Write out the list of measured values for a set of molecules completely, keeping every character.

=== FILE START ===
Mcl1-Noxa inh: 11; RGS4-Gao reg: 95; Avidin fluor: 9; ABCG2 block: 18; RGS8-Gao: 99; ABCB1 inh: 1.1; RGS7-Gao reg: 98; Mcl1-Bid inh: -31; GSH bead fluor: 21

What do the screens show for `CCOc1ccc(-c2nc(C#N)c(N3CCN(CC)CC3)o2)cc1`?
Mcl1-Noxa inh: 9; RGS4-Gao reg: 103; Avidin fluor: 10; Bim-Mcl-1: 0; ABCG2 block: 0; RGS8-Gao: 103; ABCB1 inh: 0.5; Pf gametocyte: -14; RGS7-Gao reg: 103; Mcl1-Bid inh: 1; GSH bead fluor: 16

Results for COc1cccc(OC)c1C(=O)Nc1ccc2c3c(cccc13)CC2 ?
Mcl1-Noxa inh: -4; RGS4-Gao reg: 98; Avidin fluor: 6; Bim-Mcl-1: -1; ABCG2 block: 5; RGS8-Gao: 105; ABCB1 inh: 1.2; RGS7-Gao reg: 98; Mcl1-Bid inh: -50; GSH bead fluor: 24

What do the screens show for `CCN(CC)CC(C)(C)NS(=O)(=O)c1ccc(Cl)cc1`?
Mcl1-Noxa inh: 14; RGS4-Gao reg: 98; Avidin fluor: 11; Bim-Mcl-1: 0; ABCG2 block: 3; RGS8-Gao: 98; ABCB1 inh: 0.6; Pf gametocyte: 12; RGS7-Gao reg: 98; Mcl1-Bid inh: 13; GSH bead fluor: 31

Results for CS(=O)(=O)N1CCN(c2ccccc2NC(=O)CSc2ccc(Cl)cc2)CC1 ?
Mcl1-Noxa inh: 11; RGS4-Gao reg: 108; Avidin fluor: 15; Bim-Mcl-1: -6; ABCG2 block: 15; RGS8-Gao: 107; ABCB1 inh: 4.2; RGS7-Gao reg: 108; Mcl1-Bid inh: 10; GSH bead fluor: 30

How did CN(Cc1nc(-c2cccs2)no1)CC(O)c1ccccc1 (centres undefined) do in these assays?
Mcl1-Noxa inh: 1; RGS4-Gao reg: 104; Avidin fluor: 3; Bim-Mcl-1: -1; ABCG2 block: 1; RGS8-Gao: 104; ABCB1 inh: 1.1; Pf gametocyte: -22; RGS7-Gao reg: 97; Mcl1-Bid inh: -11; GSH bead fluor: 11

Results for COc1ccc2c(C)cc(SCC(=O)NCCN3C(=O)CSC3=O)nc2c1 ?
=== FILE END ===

Mcl1-Noxa inh: 11; RGS4-Gao reg: 95; Avidin fluor: 9; ABCG2 block: 18; RGS8-Gao: 99; ABCB1 inh: 1.1; RGS7-Gao reg: 98; Mcl1-Bid inh: -31; GSH bead fluor: 21

What do the screens show for `CCOc1ccc(-c2nc(C#N)c(N3CCN(CC)CC3)o2)cc1`?
Mcl1-Noxa inh: 9; RGS4-Gao reg: 103; Avidin fluor: 10; Bim-Mcl-1: 0; ABCG2 block: 0; RGS8-Gao: 103; ABCB1 inh: 0.5; Pf gametocyte: -14; RGS7-Gao reg: 103; Mcl1-Bid inh: 1; GSH bead fluor: 16

Results for COc1cccc(OC)c1C(=O)Nc1ccc2c3c(cccc13)CC2 ?
Mcl1-Noxa inh: -4; RGS4-Gao reg: 98; Avidin fluor: 6; Bim-Mcl-1: -1; ABCG2 block: 5; RGS8-Gao: 105; ABCB1 inh: 1.2; RGS7-Gao reg: 98; Mcl1-Bid inh: -50; GSH bead fluor: 24

What do the screens show for `CCN(CC)CC(C)(C)NS(=O)(=O)c1ccc(Cl)cc1`?
Mcl1-Noxa inh: 14; RGS4-Gao reg: 98; Avidin fluor: 11; Bim-Mcl-1: 0; ABCG2 block: 3; RGS8-Gao: 98; ABCB1 inh: 0.6; Pf gametocyte: 12; RGS7-Gao reg: 98; Mcl1-Bid inh: 13; GSH bead fluor: 31

Results for CS(=O)(=O)N1CCN(c2ccccc2NC(=O)CSc2ccc(Cl)cc2)CC1 ?
Mcl1-Noxa inh: 11; RGS4-Gao reg: 108; Avidin fluor: 15; Bim-Mcl-1: -6; ABCG2 block: 15; RGS8-Gao: 107; ABCB1 inh: 4.2; RGS7-Gao reg: 108; Mcl1-Bid inh: 10; GSH bead fluor: 30

How did CN(Cc1nc(-c2cccs2)no1)CC(O)c1ccccc1 (centres undefined) do in these assays?
Mcl1-Noxa inh: 1; RGS4-Gao reg: 104; Avidin fluor: 3; Bim-Mcl-1: -1; ABCG2 block: 1; RGS8-Gao: 104; ABCB1 inh: 1.1; Pf gametocyte: -22; RGS7-Gao reg: 97; Mcl1-Bid inh: -11; GSH bead fluor: 11

Results for COc1ccc2c(C)cc(SCC(=O)NCCN3C(=O)CSC3=O)nc2c1 ?